When do people bring you on?
In a lot of cases, too late. The earlier the better when you’re bringing on a builder. We’ve had a lot of successful partnerships where we’ve helped people buy the lot and we go to open houses with them. We’re usually brought on after drawings are done and things can get negative because decisions have been made regardless of budget. If you bring us on early, we know how to achieve our clients’ goals and we know how much things cost. An architect or designer’s job is to create something beautiful. And sometimes it’s the job of the builder to ask how much it’s going to cost.
How did you and your brother get your start as builders out in BC?
We both grew up on the family farm and did some building there. We also have builders in our family back in Ontario. My first few jobs off the farm were with other builders, so it was always natural to me. It has always been a part of my life.
I followed my brother out to Vancouver. Doug worked his way across Canada in his 20s and landed in Vancouver. He dabbled in real estate here. I was working in Toronto in my own construction business at the time. We talked on the phone about how great it would be to work together out here. Eventually I came out and that was it!
On a side note, is Pinterest a good or a bad thing?
It’s excellent for helping us see what is in the client’s mind. They often can’t articulate it so Pinterest helps them do that. But 90% of the images they’re seeing are from other places in the world and we can’t build what they’re seeing. So there is some heartbreak when we tell them we can’t build exactly what they’re seeing on Pinterest, but we now know what they like. It’s a double-edged sword.
Let’s talk about peat. We know that you have done a ton of building on peat bogs in Vancouver. What is that?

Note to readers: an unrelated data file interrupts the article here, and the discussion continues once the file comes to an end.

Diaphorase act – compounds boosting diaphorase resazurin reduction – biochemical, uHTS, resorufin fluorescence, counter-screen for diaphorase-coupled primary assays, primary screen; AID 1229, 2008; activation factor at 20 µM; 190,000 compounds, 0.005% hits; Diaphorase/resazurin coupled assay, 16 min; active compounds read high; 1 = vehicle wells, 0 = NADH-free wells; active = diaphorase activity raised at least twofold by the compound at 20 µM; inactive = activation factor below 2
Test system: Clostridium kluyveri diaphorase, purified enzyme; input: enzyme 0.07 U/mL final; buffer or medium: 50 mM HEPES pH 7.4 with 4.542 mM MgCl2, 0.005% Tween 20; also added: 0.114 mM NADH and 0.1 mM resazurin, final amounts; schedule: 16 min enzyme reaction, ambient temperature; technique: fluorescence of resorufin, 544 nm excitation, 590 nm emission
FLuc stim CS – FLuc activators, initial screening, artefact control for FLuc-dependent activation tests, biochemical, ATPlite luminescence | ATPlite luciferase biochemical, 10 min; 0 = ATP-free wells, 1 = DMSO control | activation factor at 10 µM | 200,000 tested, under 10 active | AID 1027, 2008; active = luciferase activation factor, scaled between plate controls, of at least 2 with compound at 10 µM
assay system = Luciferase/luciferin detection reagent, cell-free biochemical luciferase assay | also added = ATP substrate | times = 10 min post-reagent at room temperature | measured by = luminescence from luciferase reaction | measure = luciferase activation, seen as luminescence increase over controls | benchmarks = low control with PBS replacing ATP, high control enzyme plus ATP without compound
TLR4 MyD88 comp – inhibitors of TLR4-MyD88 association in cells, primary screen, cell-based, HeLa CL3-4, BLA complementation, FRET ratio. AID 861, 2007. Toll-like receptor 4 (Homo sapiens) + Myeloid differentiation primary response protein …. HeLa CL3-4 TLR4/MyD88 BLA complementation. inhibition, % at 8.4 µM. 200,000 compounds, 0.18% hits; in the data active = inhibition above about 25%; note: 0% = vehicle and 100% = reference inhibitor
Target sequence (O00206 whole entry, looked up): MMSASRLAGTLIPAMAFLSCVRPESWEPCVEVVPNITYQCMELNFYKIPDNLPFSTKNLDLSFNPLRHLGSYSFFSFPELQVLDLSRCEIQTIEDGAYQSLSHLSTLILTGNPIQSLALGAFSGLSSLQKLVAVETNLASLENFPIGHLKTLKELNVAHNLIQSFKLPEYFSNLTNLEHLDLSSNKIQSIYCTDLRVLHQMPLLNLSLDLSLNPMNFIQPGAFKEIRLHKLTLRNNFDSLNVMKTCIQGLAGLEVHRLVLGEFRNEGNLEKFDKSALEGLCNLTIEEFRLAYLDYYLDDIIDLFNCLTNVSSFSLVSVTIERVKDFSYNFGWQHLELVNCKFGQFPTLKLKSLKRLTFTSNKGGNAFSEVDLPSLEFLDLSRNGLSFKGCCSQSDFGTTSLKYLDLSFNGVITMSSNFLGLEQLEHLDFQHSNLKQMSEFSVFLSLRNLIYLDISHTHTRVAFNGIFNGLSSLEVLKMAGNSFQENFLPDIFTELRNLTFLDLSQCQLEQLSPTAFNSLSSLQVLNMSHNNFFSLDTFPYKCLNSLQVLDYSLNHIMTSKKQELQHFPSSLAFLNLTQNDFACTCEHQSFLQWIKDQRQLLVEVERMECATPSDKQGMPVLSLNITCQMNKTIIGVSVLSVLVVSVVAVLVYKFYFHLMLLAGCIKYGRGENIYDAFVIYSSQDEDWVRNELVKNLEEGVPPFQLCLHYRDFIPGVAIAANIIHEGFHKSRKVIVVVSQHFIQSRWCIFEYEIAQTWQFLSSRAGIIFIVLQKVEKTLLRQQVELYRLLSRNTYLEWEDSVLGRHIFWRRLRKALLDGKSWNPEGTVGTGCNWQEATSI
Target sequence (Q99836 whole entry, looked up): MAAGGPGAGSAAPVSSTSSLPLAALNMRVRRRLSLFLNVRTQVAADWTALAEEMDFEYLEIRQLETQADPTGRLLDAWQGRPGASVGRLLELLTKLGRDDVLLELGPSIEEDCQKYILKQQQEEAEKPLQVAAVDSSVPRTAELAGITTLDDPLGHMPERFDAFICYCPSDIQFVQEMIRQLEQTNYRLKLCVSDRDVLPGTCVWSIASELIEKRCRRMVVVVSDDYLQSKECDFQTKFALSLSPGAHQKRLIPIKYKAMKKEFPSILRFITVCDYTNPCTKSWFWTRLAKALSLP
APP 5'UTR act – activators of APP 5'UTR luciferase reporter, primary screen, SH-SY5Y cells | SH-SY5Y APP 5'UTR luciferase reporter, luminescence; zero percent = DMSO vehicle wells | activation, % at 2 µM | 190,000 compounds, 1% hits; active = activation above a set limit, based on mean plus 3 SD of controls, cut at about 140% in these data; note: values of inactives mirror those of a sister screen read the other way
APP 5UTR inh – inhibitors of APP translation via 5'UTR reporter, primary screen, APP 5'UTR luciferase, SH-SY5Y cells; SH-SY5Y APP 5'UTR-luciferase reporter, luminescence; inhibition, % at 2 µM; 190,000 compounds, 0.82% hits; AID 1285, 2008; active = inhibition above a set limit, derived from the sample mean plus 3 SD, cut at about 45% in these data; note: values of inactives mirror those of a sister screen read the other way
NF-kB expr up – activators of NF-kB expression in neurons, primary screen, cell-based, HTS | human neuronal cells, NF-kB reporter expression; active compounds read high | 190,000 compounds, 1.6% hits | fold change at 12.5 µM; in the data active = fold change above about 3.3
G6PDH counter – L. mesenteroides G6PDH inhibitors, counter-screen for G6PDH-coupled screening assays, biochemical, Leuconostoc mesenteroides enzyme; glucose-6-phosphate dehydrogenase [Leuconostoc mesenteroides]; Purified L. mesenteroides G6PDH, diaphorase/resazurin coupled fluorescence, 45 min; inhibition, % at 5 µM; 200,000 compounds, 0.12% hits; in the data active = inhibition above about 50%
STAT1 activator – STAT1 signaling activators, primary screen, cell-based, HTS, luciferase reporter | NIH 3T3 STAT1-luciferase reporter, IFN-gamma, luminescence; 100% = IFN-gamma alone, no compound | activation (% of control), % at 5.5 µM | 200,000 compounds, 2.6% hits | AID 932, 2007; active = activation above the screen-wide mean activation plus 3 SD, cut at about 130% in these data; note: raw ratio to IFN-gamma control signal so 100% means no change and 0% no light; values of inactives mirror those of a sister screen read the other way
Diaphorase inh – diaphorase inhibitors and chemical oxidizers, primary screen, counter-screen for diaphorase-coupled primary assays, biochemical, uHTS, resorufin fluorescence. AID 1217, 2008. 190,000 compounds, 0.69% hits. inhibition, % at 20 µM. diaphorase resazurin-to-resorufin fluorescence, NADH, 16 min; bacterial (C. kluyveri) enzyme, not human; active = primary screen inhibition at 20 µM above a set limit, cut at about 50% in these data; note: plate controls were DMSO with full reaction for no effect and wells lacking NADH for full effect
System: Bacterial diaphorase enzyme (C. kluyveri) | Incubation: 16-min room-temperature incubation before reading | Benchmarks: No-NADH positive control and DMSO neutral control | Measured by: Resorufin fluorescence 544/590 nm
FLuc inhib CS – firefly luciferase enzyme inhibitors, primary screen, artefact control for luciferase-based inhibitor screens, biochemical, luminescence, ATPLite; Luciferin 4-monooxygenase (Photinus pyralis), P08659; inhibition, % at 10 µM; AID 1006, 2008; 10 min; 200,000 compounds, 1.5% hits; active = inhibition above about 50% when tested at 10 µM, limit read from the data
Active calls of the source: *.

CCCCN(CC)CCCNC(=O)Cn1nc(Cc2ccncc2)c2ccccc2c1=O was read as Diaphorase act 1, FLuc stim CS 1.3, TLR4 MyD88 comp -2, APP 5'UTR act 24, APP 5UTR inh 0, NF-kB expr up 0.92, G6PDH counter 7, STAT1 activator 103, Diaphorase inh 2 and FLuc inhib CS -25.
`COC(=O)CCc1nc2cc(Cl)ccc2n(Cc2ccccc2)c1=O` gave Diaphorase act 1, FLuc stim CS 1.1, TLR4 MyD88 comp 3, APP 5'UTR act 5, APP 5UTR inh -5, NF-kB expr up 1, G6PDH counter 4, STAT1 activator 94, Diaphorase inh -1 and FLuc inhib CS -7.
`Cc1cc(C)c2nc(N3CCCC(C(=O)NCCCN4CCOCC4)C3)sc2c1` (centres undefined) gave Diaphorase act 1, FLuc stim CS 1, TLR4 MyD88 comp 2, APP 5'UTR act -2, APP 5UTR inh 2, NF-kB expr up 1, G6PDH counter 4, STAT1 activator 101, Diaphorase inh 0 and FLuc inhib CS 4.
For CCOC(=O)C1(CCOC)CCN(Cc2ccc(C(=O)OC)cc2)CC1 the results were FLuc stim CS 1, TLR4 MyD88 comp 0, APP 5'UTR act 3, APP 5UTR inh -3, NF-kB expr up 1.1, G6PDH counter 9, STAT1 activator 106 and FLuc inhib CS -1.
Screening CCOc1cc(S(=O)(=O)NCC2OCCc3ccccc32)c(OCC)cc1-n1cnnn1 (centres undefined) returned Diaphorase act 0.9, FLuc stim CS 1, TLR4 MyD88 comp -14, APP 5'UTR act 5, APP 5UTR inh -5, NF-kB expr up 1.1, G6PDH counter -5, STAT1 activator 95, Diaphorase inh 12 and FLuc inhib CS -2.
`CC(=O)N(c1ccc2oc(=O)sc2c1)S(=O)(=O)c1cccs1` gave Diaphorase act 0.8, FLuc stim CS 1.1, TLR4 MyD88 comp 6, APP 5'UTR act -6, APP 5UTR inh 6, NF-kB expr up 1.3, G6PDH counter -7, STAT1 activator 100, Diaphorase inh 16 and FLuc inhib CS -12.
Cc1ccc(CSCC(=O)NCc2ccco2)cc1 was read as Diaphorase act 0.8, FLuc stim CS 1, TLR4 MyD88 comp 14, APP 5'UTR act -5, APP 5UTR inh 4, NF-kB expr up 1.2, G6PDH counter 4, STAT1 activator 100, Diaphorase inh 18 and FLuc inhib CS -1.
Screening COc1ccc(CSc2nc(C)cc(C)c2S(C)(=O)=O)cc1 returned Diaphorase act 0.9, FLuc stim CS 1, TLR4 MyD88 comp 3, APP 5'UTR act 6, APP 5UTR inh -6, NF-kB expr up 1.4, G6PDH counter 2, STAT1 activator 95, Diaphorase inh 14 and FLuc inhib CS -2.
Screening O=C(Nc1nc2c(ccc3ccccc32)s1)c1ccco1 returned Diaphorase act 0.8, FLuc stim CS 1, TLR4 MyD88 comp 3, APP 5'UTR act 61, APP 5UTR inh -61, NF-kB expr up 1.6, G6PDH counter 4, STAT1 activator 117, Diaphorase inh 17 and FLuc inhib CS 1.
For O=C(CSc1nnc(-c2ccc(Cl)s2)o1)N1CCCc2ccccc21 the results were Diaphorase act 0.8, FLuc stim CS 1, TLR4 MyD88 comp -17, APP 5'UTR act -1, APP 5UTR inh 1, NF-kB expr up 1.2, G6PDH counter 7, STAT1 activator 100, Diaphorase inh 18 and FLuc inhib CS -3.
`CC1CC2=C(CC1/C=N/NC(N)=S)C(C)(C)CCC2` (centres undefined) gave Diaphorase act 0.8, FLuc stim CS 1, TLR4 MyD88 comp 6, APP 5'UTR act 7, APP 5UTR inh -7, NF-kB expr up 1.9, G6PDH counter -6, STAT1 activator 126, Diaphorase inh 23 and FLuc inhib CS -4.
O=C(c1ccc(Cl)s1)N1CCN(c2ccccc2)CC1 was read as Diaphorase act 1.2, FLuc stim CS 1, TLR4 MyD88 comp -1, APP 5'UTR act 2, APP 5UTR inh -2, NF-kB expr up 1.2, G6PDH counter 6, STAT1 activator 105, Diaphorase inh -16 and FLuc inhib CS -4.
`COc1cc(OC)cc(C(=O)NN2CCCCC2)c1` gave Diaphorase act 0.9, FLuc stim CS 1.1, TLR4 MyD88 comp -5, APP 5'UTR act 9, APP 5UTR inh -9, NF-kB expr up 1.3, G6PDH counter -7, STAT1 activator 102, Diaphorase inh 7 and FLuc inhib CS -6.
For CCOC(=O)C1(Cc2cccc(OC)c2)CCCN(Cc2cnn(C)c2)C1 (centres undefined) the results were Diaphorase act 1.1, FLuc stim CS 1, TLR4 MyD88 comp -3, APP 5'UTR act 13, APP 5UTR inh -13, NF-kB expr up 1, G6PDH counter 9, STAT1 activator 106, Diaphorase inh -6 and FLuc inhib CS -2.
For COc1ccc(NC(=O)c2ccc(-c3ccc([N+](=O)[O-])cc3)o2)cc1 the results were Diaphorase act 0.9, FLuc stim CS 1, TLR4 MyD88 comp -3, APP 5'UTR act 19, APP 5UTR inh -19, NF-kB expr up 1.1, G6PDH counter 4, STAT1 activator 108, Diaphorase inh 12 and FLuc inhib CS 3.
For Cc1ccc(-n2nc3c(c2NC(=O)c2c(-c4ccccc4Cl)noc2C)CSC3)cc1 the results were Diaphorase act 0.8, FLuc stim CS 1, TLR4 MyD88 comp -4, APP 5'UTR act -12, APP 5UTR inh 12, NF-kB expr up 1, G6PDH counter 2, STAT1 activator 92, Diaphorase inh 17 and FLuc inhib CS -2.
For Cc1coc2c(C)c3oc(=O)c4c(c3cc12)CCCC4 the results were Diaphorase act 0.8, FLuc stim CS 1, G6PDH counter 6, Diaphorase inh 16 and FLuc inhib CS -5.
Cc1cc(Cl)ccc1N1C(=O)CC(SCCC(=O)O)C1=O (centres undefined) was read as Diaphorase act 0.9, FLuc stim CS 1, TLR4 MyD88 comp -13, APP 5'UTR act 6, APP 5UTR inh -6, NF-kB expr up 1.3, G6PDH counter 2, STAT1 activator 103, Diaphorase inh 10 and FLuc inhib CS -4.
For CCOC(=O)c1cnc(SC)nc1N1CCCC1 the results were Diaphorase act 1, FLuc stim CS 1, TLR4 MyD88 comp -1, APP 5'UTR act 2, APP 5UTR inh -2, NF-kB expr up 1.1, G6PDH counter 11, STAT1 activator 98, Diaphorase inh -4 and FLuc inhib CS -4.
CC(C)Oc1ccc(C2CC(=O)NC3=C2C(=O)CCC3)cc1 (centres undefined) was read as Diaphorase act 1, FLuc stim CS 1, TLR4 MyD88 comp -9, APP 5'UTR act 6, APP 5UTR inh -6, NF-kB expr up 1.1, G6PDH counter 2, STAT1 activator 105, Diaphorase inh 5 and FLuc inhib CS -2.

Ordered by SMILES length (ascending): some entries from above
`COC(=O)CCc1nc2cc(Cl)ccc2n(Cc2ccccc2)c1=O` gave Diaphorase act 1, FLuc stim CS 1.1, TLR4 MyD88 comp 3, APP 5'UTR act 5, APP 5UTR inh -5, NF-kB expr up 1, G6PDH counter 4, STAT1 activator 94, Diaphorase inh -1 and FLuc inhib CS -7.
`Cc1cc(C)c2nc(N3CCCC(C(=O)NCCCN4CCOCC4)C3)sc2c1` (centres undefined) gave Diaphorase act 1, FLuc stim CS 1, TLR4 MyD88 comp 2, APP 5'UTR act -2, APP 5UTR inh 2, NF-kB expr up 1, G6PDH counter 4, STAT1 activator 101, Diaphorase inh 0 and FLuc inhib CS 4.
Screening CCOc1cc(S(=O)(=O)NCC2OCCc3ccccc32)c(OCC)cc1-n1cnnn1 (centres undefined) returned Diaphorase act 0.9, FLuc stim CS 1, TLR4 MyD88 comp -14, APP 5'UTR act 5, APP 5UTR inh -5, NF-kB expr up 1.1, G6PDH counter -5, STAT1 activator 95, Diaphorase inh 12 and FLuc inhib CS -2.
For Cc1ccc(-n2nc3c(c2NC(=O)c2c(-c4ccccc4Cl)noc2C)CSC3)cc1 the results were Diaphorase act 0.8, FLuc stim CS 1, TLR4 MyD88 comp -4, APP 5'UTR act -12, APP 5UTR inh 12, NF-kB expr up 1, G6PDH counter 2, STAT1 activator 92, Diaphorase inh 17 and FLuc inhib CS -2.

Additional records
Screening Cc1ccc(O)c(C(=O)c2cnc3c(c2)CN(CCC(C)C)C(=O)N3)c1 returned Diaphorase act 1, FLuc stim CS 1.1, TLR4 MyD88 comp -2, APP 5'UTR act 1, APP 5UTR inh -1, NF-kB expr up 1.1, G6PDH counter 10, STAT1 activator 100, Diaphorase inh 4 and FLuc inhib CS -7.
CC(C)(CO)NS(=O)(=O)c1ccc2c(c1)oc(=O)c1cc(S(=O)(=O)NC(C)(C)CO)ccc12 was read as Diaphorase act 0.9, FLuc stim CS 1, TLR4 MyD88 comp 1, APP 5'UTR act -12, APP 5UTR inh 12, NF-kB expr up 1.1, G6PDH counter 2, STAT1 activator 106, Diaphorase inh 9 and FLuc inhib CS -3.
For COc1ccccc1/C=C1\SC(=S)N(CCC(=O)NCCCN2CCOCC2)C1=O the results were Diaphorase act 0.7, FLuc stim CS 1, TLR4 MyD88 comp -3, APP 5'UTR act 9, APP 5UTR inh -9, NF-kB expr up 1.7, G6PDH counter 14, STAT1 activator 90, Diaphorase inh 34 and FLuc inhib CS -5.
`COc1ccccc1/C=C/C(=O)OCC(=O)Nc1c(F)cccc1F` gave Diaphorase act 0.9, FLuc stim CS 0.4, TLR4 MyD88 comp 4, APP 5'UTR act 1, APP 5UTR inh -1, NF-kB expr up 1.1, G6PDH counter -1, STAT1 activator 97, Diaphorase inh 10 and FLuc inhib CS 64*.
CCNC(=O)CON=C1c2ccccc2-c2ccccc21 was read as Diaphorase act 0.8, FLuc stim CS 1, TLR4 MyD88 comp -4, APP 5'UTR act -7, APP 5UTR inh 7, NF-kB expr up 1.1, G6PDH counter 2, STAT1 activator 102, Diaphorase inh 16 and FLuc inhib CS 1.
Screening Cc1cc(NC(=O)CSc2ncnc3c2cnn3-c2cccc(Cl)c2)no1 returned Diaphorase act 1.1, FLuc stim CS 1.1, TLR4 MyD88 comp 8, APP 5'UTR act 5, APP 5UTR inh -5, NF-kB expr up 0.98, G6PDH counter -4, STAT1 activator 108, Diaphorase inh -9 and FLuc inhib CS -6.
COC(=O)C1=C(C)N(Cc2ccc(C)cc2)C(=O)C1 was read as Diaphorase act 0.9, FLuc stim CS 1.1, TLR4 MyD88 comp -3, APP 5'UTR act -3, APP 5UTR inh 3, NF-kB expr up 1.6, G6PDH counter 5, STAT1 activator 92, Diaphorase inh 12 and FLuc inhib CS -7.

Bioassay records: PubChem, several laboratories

Peat is slow-decomposing organic matter. It is moss that has built up over the years and is slowly decomposing. The environment it creates is highly acidic. Vancouver has quite a few peat bogs throughout the city. Everyone has seen it and driven through areas where masonry is cracked, none of the gates work and you can see the houses are unlevel. That’s par for the course for houses that are unsupported when they were built on peat.
The reality: parts of Vancouver were built on marsh and creek beds.
What challenges are there when building on peat?
Peat doesn’t have a lot of structure to it. Peat never stops breaking down and there is methane in the peat. It’s also not consistent. You need to know that when you’re choosing to build on a peat bog. For me, I can call engineers who have worked in those areas to give me a ballpark of what we might be dealing with, before we get into serious testing.
You could look at a dozen houses on a city block and everyone could be different. Peat is a sponge full of water, so things on top of it can sink and rise. The water table is what gives us trouble with peat. You will hit water right under the peat bog that can cause major issues.
In the mid 1900s, we tried to drain the wet areas of Vancouver. And then we built right on top. The science and the testing just weren’t there. We didn’t have the materials to support these homes that were built.
If you buy a property on the bog and you weren’t aware, what do you do? What’s the process?
Depending on the type of peat and depth of peat (which you will know by bringing in a geo-technical engineer for testing), there are a few options. Option 1: They will drill a helical pile and screw it into the ground. A grid is then designed to support the entire weight of the house. The geo-tech will tell you how many piles are needed and how deep they need to be. Each pile must be able to hold a certain amount of weight to support the house. It can get complex, but if you have a builder who is familiar with peat bogs, they can help.
The first way is the helical pile and the second way is you can dig it out. This works if you only have a few feet of peat. They will dig it out until you find something strong enough to bear the weight of the house. The only caveat here is the water table. If you dig down a couple feet and find water and start pumping it out, you’ll find the neighbouring houses start to sink. That’s why the helical piles are the most economical and safest way to build on peat.